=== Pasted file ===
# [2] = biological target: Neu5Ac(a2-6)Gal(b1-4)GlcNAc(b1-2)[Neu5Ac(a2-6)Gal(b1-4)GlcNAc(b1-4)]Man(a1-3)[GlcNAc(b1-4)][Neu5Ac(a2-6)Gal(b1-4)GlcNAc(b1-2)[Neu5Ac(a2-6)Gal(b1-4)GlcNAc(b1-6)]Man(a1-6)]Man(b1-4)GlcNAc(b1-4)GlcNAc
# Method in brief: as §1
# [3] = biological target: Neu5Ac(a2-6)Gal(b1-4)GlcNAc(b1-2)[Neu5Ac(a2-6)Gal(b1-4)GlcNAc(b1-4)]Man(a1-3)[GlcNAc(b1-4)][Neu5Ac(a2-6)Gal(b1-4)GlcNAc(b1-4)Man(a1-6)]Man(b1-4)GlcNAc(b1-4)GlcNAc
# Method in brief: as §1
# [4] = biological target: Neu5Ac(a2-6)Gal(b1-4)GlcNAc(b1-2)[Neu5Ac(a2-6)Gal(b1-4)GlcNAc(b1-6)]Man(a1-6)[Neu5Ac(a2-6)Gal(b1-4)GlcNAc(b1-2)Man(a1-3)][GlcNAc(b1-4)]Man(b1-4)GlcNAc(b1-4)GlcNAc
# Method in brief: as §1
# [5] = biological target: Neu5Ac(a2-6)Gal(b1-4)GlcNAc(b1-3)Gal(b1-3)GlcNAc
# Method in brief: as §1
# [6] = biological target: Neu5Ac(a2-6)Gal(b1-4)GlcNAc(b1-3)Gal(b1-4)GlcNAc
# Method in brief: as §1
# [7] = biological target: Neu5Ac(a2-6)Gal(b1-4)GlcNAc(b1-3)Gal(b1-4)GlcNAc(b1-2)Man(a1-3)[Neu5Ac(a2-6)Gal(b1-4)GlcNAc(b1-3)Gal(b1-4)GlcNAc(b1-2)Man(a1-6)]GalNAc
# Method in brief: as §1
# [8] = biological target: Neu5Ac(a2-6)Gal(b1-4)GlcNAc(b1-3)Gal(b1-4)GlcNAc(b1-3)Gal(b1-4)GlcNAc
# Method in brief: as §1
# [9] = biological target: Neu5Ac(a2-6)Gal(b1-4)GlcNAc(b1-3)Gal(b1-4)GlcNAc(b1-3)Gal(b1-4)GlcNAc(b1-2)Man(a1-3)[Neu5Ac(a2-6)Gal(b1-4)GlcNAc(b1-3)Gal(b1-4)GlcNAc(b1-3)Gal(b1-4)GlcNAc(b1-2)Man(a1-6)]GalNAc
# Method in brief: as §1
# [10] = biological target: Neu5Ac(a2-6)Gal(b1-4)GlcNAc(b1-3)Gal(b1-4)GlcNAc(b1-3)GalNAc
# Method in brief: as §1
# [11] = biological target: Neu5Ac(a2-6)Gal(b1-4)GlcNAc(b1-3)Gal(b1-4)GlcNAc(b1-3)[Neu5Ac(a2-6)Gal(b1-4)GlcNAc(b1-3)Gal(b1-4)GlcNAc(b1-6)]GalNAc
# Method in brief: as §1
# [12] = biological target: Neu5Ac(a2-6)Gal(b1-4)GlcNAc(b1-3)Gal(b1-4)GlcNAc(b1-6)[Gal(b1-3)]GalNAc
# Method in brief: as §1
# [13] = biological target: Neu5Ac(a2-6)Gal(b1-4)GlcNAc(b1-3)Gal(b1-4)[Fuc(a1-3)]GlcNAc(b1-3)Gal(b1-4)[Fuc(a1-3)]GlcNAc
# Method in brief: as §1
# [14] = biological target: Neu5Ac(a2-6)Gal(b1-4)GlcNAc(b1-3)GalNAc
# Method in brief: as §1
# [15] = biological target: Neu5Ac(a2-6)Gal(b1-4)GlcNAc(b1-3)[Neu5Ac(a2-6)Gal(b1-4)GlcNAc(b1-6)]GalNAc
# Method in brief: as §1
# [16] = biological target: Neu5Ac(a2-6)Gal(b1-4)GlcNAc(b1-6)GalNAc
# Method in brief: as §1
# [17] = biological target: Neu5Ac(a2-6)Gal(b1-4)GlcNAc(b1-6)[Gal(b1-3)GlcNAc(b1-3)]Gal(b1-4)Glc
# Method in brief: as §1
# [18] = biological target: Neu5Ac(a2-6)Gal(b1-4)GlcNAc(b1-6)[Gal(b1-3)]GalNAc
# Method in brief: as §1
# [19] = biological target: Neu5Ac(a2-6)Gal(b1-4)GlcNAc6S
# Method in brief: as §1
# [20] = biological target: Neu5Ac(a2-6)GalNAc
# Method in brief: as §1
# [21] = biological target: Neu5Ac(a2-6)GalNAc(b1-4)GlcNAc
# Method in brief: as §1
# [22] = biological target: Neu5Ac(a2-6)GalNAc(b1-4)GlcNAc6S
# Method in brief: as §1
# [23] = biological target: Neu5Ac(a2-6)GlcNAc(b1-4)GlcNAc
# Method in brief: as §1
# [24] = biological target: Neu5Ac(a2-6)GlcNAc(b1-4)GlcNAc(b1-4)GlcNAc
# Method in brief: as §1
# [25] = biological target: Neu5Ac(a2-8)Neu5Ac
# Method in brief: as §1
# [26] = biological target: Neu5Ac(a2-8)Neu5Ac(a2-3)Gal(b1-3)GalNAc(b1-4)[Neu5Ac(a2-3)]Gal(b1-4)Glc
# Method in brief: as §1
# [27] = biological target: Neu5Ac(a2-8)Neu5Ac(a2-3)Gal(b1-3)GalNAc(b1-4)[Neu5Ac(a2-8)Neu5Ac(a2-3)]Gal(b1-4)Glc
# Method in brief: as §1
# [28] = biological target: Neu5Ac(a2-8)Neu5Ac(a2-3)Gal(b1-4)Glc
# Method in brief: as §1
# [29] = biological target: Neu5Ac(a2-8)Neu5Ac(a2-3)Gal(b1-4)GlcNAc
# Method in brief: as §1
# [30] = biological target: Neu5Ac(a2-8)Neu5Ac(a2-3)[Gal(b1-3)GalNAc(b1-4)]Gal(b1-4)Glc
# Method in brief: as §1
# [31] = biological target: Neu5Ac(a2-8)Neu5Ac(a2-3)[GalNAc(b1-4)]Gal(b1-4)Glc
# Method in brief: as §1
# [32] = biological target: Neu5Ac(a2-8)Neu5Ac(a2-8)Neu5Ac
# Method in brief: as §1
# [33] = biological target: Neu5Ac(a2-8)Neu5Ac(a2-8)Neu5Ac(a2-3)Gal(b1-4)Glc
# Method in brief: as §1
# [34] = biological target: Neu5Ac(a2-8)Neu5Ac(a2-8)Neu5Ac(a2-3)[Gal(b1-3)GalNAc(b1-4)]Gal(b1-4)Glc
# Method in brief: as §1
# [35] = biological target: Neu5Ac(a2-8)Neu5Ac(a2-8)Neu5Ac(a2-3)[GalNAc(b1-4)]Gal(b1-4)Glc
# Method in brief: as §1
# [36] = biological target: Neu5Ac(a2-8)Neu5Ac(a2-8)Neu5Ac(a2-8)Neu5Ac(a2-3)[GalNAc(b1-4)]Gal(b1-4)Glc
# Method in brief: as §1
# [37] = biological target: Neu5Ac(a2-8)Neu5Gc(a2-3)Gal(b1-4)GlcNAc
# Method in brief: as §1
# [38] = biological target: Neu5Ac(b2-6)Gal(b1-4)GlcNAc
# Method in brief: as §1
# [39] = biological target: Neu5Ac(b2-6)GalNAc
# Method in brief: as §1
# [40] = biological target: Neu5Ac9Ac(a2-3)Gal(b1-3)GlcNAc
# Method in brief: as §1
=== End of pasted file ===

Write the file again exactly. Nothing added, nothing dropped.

# [2] = biological target: Neu5Ac(a2-6)Gal(b1-4)GlcNAc(b1-2)[Neu5Ac(a2-6)Gal(b1-4)GlcNAc(b1-4)]Man(a1-3)[GlcNAc(b1-4)][Neu5Ac(a2-6)Gal(b1-4)GlcNAc(b1-2)[Neu5Ac(a2-6)Gal(b1-4)GlcNAc(b1-6)]Man(a1-6)]Man(b1-4)GlcNAc(b1-4)GlcNAc
# Method in brief: as §1
# [3] = biological target: Neu5Ac(a2-6)Gal(b1-4)GlcNAc(b1-2)[Neu5Ac(a2-6)Gal(b1-4)GlcNAc(b1-4)]Man(a1-3)[GlcNAc(b1-4)][Neu5Ac(a2-6)Gal(b1-4)GlcNAc(b1-4)Man(a1-6)]Man(b1-4)GlcNAc(b1-4)GlcNAc
# Method in brief: as §1
# [4] = biological target: Neu5Ac(a2-6)Gal(b1-4)GlcNAc(b1-2)[Neu5Ac(a2-6)Gal(b1-4)GlcNAc(b1-6)]Man(a1-6)[Neu5Ac(a2-6)Gal(b1-4)GlcNAc(b1-2)Man(a1-3)][GlcNAc(b1-4)]Man(b1-4)GlcNAc(b1-4)GlcNAc
# Method in brief: as §1
# [5] = biological target: Neu5Ac(a2-6)Gal(b1-4)GlcNAc(b1-3)Gal(b1-3)GlcNAc
# Method in brief: as §1
# [6] = biological target: Neu5Ac(a2-6)Gal(b1-4)GlcNAc(b1-3)Gal(b1-4)GlcNAc
# Method in brief: as §1
# [7] = biological target: Neu5Ac(a2-6)Gal(b1-4)GlcNAc(b1-3)Gal(b1-4)GlcNAc(b1-2)Man(a1-3)[Neu5Ac(a2-6)Gal(b1-4)GlcNAc(b1-3)Gal(b1-4)GlcNAc(b1-2)Man(a1-6)]GalNAc
# Method in brief: as §1
# [8] = biological target: Neu5Ac(a2-6)Gal(b1-4)GlcNAc(b1-3)Gal(b1-4)GlcNAc(b1-3)Gal(b1-4)GlcNAc
# Method in brief: as §1
# [9] = biological target: Neu5Ac(a2-6)Gal(b1-4)GlcNAc(b1-3)Gal(b1-4)GlcNAc(b1-3)Gal(b1-4)GlcNAc(b1-2)Man(a1-3)[Neu5Ac(a2-6)Gal(b1-4)GlcNAc(b1-3)Gal(b1-4)GlcNAc(b1-3)Gal(b1-4)GlcNAc(b1-2)Man(a1-6)]GalNAc
# Method in brief: as §1
# [10] = biological target: Neu5Ac(a2-6)Gal(b1-4)GlcNAc(b1-3)Gal(b1-4)GlcNAc(b1-3)GalNAc
# Method in brief: as §1
# [11] = biological target: Neu5Ac(a2-6)Gal(b1-4)GlcNAc(b1-3)Gal(b1-4)GlcNAc(b1-3)[Neu5Ac(a2-6)Gal(b1-4)GlcNAc(b1-3)Gal(b1-4)GlcNAc(b1-6)]GalNAc
# Method in brief: as §1
# [12] = biological target: Neu5Ac(a2-6)Gal(b1-4)GlcNAc(b1-3)Gal(b1-4)GlcNAc(b1-6)[Gal(b1-3)]GalNAc
# Method in brief: as §1
# [13] = biological target: Neu5Ac(a2-6)Gal(b1-4)GlcNAc(b1-3)Gal(b1-4)[Fuc(a1-3)]GlcNAc(b1-3)Gal(b1-4)[Fuc(a1-3)]GlcNAc
# Method in brief: as §1
# [14] = biological target: Neu5Ac(a2-6)Gal(b1-4)GlcNAc(b1-3)GalNAc
# Method in brief: as §1
# [15] = biological target: Neu5Ac(a2-6)Gal(b1-4)GlcNAc(b1-3)[Neu5Ac(a2-6)Gal(b1-4)GlcNAc(b1-6)]GalNAc
# Method in brief: as §1
# [16] = biological target: Neu5Ac(a2-6)Gal(b1-4)GlcNAc(b1-6)GalNAc
# Method in brief: as §1
# [17] = biological target: Neu5Ac(a2-6)Gal(b1-4)GlcNAc(b1-6)[Gal(b1-3)GlcNAc(b1-3)]Gal(b1-4)Glc
# Method in brief: as §1
# [18] = biological target: Neu5Ac(a2-6)Gal(b1-4)GlcNAc(b1-6)[Gal(b1-3)]GalNAc
# Method in brief: as §1
# [19] = biological target: Neu5Ac(a2-6)Gal(b1-4)GlcNAc6S
# Method in brief: as §1
# [20] = biological target: Neu5Ac(a2-6)GalNAc
# Method in brief: as §1
# [21] = biological target: Neu5Ac(a2-6)GalNAc(b1-4)GlcNAc
# Method in brief: as §1
# [22] = biological target: Neu5Ac(a2-6)GalNAc(b1-4)GlcNAc6S
# Method in brief: as §1
# [23] = biological target: Neu5Ac(a2-6)GlcNAc(b1-4)GlcNAc
# Method in brief: as §1
# [24] = biological target: Neu5Ac(a2-6)GlcNAc(b1-4)GlcNAc(b1-4)GlcNAc
# Method in brief: as §1
# [25] = biological target: Neu5Ac(a2-8)Neu5Ac
# Method in brief: as §1
# [26] = biological target: Neu5Ac(a2-8)Neu5Ac(a2-3)Gal(b1-3)GalNAc(b1-4)[Neu5Ac(a2-3)]Gal(b1-4)Glc
# Method in brief: as §1
# [27] = biological target: Neu5Ac(a2-8)Neu5Ac(a2-3)Gal(b1-3)GalNAc(b1-4)[Neu5Ac(a2-8)Neu5Ac(a2-3)]Gal(b1-4)Glc
# Method in brief: as §1
# [28] = biological target: Neu5Ac(a2-8)Neu5Ac(a2-3)Gal(b1-4)Glc
# Method in brief: as §1
# [29] = biological target: Neu5Ac(a2-8)Neu5Ac(a2-3)Gal(b1-4)GlcNAc
# Method in brief: as §1
# [30] = biological target: Neu5Ac(a2-8)Neu5Ac(a2-3)[Gal(b1-3)GalNAc(b1-4)]Gal(b1-4)Glc
# Method in brief: as §1
# [31] = biological target: Neu5Ac(a2-8)Neu5Ac(a2-3)[GalNAc(b1-4)]Gal(b1-4)Glc
# Method in brief: as §1
# [32] = biological target: Neu5Ac(a2-8)Neu5Ac(a2-8)Neu5Ac
# Method in brief: as §1
# [33] = biological target: Neu5Ac(a2-8)Neu5Ac(a2-8)Neu5Ac(a2-3)Gal(b1-4)Glc
# Method in brief: as §1
# [34] = biological target: Neu5Ac(a2-8)Neu5Ac(a2-8)Neu5Ac(a2-3)[Gal(b1-3)GalNAc(b1-4)]Gal(b1-4)Glc
# Method in brief: as §1
# [35] = biological target: Neu5Ac(a2-8)Neu5Ac(a2-8)Neu5Ac(a2-3)[GalNAc(b1-4)]Gal(b1-4)Glc
# Method in brief: as §1
# [36] = biological target: Neu5Ac(a2-8)Neu5Ac(a2-8)Neu5Ac(a2-8)Neu5Ac(a2-3)[GalNAc(b1-4)]Gal(b1-4)Glc
# Method in brief: as §1
# [37] = biological target: Neu5Ac(a2-8)Neu5Gc(a2-3)Gal(b1-4)GlcNAc
# Method in brief: as §1
# [38] = biological target: Neu5Ac(b2-6)Gal(b1-4)GlcNAc
# Method in brief: as §1
# [39] = biological target: Neu5Ac(b2-6)GalNAc
# Method in brief: as §1
# [40] = biological target: Neu5Ac9Ac(a2-3)Gal(b1-3)GlcNAc
# Method in brief: as §1